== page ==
I am a part of the “Fellowship of the Unashamed.” The die has been cast. The decision has been made. I have stepped over the line. I won’t look back, let up, slow down, back away or be still.

My past is redeemed, my present makes sense and my future is secure. I’m finished and done with low living, sight walking, small planning, smooth knees, colorless dreams, tamed visions, mundane talking, cheap giving and dwarfed goals.

I no longer need preeminence, prosperity, position, promotions, plaudits or popularity. I don’t have to be right, first, tops, recognized, praised, regarded or rewarded. I now live by faith, lean on His presence, love with patience, live by prayer and labor with power.

My face is set, my gait is fast, my goal is heaven, my road is narrow, my way is rough, my companions are few, my Guide is reliable and my mission is clear. I cannot be bought, compromised, detoured, lured away, turned back, deluded or delayed. I will not flinch in the face of sacrifice, hesitate in the presence of adversity, negotiate at the table of the enemy, ponder at the pool of popularity or meander in the maze of mediocrity.

I won’t give up, shut up, let up or slow up until I have stayed up, stored up, prayed up, paid up and spoken up for the cause of Christ. I am a disciple of Jesus. I must go till He comes, give till I drop, preach till all know and work till He stops me. And when He comes for His own, He will have no problem recognizing me. My banner is clear: I am a part of the “Fellowship of the Unashamed.”

Don’t just be a part-time Christian. Make it real. Make it everything.

Don’t let others confuse you. Don’t make excuses. Just live for God. Give Him all of you. 100%. If you don’t feel different, and if you don’t feel somewhat persecuted at times, you’re doing it wrong (II Timothy 3:12).

Isaiah 5:20 says this: “Woe to those who call evil good and good evil, who put darkness for light and light for darkness, who put bitter for sweet and sweet for bitter!”

Don’t get the two mixed up.


Did You Mean To Say That?

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Sometimes I feel like Christians don’t think about how their words sound to others—especially on Facebook. I’ve noticed that many of my Facebook friends (and non-Facebook friends too) who claim the name of Christ are quick to condescendingly mock, belittle, and assign motives to other people who wear the same name and have taken a stand on some moral and/or political issue. Just to be clear, let me give you a few examples of this:

Example #1: A couple of months ago, the president of my alma mater, Freed Hardeman University, made a public statement that in effort to appear modest and to avoid causing young Christian men to stumble in their walk with God, the school’s cheerleaders would wear pants from now on, as opposed to the mini-skirts they’ve worn for several decades now. You can read about this announcement here.

Immediately after the news was out, my Facebook newsfeed was busy with the status updates of current and former FHU students who were ridiculing, mocking, and belittling this announcement. They made it a point to not only make fun of the school for taking this moral stand, but also the people who posted appreciation for this decision.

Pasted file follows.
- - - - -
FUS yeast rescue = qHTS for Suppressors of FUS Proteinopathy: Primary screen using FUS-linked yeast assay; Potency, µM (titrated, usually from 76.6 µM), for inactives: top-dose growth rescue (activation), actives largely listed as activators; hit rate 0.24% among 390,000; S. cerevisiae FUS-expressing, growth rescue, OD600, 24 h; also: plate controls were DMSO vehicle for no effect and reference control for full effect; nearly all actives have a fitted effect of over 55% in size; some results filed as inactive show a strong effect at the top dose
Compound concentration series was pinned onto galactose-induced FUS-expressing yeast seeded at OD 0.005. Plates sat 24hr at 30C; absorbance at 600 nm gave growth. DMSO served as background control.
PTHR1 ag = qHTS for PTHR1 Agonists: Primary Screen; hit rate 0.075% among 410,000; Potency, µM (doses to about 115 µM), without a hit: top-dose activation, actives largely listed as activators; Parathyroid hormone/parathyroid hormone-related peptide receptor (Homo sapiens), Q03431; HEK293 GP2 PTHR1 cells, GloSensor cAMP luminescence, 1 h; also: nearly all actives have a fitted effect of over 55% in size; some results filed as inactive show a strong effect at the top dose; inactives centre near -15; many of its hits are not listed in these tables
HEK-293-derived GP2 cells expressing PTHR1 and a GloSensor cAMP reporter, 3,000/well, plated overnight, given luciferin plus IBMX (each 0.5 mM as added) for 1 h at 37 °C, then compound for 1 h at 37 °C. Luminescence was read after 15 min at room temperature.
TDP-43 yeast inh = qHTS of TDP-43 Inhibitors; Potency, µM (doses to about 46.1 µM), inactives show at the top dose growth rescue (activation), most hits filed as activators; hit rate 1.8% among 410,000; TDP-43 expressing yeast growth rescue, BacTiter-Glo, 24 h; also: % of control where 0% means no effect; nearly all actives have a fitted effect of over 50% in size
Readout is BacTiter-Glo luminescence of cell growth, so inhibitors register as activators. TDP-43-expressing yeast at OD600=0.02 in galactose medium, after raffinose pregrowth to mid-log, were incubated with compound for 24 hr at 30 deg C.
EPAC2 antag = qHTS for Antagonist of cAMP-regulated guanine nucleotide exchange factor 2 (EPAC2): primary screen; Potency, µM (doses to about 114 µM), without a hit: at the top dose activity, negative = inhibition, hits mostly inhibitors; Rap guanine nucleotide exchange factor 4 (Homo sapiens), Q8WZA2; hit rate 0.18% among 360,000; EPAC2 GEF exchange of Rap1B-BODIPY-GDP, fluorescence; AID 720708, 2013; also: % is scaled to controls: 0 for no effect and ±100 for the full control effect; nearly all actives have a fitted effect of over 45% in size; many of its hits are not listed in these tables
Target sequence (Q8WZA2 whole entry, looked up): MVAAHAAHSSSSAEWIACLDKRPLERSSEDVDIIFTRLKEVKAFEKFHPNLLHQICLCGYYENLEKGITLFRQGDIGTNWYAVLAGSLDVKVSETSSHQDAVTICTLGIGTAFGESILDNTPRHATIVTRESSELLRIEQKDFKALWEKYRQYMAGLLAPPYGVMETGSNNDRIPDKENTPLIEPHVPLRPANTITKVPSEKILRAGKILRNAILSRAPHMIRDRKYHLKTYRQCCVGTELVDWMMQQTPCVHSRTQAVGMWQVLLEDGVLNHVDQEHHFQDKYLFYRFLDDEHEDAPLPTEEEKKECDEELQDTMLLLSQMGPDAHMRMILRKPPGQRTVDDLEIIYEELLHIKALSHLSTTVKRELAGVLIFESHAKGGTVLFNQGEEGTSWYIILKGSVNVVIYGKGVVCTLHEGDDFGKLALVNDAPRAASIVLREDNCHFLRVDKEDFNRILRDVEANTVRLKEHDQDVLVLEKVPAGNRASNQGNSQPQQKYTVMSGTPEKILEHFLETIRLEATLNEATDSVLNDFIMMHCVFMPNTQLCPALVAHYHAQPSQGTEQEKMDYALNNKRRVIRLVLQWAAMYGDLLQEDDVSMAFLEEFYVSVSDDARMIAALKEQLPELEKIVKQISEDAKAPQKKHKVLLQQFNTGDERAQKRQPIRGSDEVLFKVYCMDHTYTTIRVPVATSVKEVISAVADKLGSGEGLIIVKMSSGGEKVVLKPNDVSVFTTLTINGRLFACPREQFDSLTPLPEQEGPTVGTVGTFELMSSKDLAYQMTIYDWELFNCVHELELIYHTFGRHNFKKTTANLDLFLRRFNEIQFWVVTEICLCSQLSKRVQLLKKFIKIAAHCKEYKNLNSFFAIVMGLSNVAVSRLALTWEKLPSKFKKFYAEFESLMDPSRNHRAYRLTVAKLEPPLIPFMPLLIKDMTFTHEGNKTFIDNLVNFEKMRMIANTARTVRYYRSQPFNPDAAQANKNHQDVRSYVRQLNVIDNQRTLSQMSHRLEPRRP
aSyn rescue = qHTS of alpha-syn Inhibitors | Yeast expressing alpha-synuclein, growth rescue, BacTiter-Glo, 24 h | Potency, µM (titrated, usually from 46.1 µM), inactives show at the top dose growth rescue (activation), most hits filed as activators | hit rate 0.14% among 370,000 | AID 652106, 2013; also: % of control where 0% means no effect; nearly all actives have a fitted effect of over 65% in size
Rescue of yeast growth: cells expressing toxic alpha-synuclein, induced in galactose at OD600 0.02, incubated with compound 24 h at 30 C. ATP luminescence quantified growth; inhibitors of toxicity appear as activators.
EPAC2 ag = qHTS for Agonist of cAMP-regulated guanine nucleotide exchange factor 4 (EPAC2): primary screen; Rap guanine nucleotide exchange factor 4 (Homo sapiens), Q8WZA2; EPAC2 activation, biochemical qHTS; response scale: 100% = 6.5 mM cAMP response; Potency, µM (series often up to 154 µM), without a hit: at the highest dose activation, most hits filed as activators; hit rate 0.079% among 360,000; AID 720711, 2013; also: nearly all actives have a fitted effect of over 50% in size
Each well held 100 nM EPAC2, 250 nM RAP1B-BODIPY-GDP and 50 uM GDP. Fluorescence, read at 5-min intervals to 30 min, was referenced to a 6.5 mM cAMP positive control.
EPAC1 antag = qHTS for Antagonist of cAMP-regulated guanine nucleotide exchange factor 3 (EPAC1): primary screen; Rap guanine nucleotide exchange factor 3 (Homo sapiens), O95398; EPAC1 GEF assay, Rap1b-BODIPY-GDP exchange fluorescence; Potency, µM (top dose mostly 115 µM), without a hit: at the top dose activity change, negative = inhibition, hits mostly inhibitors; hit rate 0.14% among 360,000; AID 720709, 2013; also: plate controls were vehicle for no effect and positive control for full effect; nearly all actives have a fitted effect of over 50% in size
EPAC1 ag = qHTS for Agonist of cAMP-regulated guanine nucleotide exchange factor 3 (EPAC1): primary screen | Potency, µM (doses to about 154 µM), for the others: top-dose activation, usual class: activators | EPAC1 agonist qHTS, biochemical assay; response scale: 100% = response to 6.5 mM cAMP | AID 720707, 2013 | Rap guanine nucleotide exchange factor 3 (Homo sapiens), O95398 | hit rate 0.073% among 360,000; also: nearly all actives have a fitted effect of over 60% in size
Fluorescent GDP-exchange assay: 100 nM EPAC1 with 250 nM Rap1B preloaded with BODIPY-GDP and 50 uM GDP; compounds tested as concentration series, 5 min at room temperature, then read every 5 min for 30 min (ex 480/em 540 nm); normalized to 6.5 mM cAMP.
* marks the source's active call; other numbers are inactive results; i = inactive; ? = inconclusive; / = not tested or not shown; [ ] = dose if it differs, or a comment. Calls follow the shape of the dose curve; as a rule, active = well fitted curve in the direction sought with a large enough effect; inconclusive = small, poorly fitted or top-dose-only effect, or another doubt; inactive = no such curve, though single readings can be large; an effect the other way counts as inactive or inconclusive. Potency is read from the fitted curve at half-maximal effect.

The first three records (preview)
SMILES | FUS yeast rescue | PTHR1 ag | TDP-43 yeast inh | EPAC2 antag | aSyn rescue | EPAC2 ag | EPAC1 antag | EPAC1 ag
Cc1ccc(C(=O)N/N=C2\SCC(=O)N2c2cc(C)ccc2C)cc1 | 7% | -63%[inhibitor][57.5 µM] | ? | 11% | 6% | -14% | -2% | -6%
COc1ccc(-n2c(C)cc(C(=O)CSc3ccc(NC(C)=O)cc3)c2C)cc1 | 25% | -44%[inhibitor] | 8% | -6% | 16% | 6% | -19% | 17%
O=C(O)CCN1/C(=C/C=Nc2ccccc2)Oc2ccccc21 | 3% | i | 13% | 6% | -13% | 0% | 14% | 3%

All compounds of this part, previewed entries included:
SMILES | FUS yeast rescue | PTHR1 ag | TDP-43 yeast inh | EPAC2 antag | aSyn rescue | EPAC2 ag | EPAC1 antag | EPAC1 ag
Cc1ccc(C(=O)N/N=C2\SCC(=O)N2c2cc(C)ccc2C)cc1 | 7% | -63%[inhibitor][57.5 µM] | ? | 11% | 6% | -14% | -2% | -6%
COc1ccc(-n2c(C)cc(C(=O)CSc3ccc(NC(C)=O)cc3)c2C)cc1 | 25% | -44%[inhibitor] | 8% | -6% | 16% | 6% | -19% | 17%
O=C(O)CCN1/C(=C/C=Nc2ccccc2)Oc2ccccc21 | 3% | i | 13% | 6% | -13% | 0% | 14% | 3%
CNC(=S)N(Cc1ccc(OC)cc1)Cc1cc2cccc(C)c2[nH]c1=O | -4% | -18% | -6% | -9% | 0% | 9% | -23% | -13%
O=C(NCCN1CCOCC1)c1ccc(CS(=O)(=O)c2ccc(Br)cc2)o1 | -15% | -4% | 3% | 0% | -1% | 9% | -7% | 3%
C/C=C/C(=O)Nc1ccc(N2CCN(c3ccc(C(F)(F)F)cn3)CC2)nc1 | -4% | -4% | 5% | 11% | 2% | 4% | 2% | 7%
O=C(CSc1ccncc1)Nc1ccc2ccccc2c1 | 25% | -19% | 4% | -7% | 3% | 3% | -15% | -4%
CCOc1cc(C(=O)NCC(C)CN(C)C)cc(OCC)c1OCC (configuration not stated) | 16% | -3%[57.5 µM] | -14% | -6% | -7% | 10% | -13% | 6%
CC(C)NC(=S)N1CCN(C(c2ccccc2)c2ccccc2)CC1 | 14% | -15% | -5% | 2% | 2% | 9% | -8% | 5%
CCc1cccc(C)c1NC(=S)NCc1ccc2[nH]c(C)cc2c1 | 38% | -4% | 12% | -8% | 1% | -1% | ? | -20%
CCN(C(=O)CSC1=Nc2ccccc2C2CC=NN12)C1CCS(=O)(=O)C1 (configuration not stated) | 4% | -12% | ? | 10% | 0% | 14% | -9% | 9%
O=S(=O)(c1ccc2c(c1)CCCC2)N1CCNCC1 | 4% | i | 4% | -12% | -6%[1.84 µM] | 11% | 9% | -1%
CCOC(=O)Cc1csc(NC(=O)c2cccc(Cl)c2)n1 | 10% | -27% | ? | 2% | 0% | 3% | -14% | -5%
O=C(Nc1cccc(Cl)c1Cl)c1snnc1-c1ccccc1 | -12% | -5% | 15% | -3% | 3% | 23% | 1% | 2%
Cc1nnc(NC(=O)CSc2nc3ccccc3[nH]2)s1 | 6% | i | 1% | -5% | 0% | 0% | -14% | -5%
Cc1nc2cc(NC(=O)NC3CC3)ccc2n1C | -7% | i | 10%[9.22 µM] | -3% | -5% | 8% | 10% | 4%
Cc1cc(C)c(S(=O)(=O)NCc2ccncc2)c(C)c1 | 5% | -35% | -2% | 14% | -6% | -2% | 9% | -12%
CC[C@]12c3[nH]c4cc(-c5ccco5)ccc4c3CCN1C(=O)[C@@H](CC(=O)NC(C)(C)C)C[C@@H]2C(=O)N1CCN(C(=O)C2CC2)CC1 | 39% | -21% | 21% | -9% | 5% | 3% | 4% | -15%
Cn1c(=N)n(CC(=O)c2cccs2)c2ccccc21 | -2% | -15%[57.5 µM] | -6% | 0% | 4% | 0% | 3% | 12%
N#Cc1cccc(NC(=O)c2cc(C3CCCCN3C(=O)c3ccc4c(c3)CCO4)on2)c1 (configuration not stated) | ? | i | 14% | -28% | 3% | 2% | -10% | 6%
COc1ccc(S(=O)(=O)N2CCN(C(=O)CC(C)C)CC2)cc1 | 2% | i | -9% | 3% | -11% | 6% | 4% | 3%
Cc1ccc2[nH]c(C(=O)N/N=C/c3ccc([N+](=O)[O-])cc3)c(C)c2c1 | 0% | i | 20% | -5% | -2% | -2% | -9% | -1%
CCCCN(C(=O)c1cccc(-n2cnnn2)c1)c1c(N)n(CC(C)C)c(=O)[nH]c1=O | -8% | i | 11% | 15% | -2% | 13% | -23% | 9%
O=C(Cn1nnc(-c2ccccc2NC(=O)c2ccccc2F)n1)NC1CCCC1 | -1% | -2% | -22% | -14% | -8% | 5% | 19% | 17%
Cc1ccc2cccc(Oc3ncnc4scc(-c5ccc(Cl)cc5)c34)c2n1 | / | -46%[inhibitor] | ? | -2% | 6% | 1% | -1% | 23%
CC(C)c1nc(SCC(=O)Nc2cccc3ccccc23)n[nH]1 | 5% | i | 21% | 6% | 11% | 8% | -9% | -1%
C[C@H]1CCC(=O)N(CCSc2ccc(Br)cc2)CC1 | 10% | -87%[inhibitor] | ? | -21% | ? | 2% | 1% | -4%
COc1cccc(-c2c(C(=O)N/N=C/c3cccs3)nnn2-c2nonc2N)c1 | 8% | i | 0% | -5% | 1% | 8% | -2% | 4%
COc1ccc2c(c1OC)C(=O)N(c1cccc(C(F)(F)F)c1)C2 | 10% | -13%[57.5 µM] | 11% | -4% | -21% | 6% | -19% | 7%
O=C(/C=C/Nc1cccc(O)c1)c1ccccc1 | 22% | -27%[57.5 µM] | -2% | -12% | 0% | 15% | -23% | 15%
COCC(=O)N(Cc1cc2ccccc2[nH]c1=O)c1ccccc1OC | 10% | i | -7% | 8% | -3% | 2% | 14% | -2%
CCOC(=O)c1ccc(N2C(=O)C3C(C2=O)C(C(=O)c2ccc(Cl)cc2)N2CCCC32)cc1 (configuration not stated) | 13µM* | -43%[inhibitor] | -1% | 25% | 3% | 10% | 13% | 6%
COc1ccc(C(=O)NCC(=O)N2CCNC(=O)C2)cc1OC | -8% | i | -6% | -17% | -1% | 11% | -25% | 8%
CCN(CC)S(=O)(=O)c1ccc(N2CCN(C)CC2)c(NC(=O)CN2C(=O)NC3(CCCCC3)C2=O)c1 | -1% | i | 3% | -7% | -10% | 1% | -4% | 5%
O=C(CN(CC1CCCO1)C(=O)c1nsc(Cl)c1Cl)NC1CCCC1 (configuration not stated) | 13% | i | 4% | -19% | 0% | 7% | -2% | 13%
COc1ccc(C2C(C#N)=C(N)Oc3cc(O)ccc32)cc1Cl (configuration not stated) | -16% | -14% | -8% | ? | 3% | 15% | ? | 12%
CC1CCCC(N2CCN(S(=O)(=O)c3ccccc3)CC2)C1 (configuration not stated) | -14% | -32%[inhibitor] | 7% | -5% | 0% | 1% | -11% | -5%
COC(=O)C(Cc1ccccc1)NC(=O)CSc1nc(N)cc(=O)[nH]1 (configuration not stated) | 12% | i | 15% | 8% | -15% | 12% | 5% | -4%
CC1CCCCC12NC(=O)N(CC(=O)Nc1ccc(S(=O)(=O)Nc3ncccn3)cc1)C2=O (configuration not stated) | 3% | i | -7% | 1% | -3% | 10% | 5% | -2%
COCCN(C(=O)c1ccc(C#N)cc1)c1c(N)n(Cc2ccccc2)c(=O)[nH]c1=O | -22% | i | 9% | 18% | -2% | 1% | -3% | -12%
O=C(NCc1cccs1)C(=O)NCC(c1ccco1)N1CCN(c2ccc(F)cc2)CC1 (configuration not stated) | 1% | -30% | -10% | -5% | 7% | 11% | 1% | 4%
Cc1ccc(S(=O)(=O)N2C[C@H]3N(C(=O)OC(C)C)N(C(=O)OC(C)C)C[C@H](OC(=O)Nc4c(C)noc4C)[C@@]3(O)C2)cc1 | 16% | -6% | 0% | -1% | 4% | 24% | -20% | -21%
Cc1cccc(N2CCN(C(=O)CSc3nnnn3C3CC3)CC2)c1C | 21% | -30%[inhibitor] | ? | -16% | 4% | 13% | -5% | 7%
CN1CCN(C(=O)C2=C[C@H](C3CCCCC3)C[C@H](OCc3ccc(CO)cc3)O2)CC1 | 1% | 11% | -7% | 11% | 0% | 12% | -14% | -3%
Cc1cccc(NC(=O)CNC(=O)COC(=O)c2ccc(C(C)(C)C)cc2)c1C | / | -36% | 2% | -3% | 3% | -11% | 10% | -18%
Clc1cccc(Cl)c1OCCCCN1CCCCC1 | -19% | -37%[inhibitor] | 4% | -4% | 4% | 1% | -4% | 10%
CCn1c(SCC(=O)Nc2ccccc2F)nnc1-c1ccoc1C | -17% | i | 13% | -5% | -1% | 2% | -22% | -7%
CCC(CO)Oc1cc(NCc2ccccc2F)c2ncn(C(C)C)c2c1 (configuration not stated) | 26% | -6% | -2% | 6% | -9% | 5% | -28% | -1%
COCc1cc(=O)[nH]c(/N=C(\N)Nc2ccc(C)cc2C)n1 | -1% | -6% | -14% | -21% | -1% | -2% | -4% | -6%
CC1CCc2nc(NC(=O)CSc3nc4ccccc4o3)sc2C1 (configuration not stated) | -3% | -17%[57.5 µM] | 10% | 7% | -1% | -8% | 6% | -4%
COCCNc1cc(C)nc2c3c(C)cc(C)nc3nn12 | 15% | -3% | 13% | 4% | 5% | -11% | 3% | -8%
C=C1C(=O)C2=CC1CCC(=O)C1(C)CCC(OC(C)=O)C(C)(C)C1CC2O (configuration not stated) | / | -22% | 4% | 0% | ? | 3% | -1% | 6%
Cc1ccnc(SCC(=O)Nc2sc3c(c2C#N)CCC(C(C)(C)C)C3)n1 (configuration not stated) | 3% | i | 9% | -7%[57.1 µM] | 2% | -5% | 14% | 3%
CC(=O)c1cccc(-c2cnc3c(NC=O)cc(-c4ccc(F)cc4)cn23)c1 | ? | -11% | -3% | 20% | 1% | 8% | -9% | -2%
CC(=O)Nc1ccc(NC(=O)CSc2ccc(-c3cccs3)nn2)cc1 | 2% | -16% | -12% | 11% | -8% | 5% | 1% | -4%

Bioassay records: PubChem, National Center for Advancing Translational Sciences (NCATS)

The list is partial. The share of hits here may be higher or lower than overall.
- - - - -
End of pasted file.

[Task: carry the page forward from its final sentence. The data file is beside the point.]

Example #2: A few weeks ago, my husband conducted a question and answer session at our congregation. This happens every month—people submit questions prior to the event, and my husband answers them from a Biblical standpoint on those scheduled Q&A services. My husband never writes, or persuades others to write, his own questions. They are always questions that members of the congregation ask. At this particular Q&A night, the question was asked whether it was wise (notice it was worded “is it wise” and not “is it sinful”) for a New Testament Christian to attend Christian rock concerts or to listen to Christian rock music on the radio. He spent a liberal amount of time talking about why we, as members of the church of Christ, do not allow musical instruments to become a part of our worship. Then he carefully picked apart the question. His answer was that, because it would be difficult not to worship when listening to songs of praise paired with instruments, and because it might appear inconsistent to non-Christians who saw us listening to Christian rock while not allowing instruments into our church building, it was probably a good idea for us to avoid listening to those types of songs. What surprised everyone was that after that service, a tenderhearted woman in her 70’s came forward and asked for prayers and forgiveness because she listened to Christian rock on the radio. My husband was very careful in relaying this to the congregation, and just simply said that we should love and appreciate anyone who has the kind of heart that wants nothing more than to do what’s right. He never called this particular issue a sin, mind you, but simply said what he believed was advisable for cautious Christians. Immediately after the service, and for several days after, many of our members went to that conscientious lady and told her she was silly for going forward. They told her she should ignore what my husband said and not worry about her salvation at all. Some of them wrote less than pleasant emails to my husband in anger for the stand he took.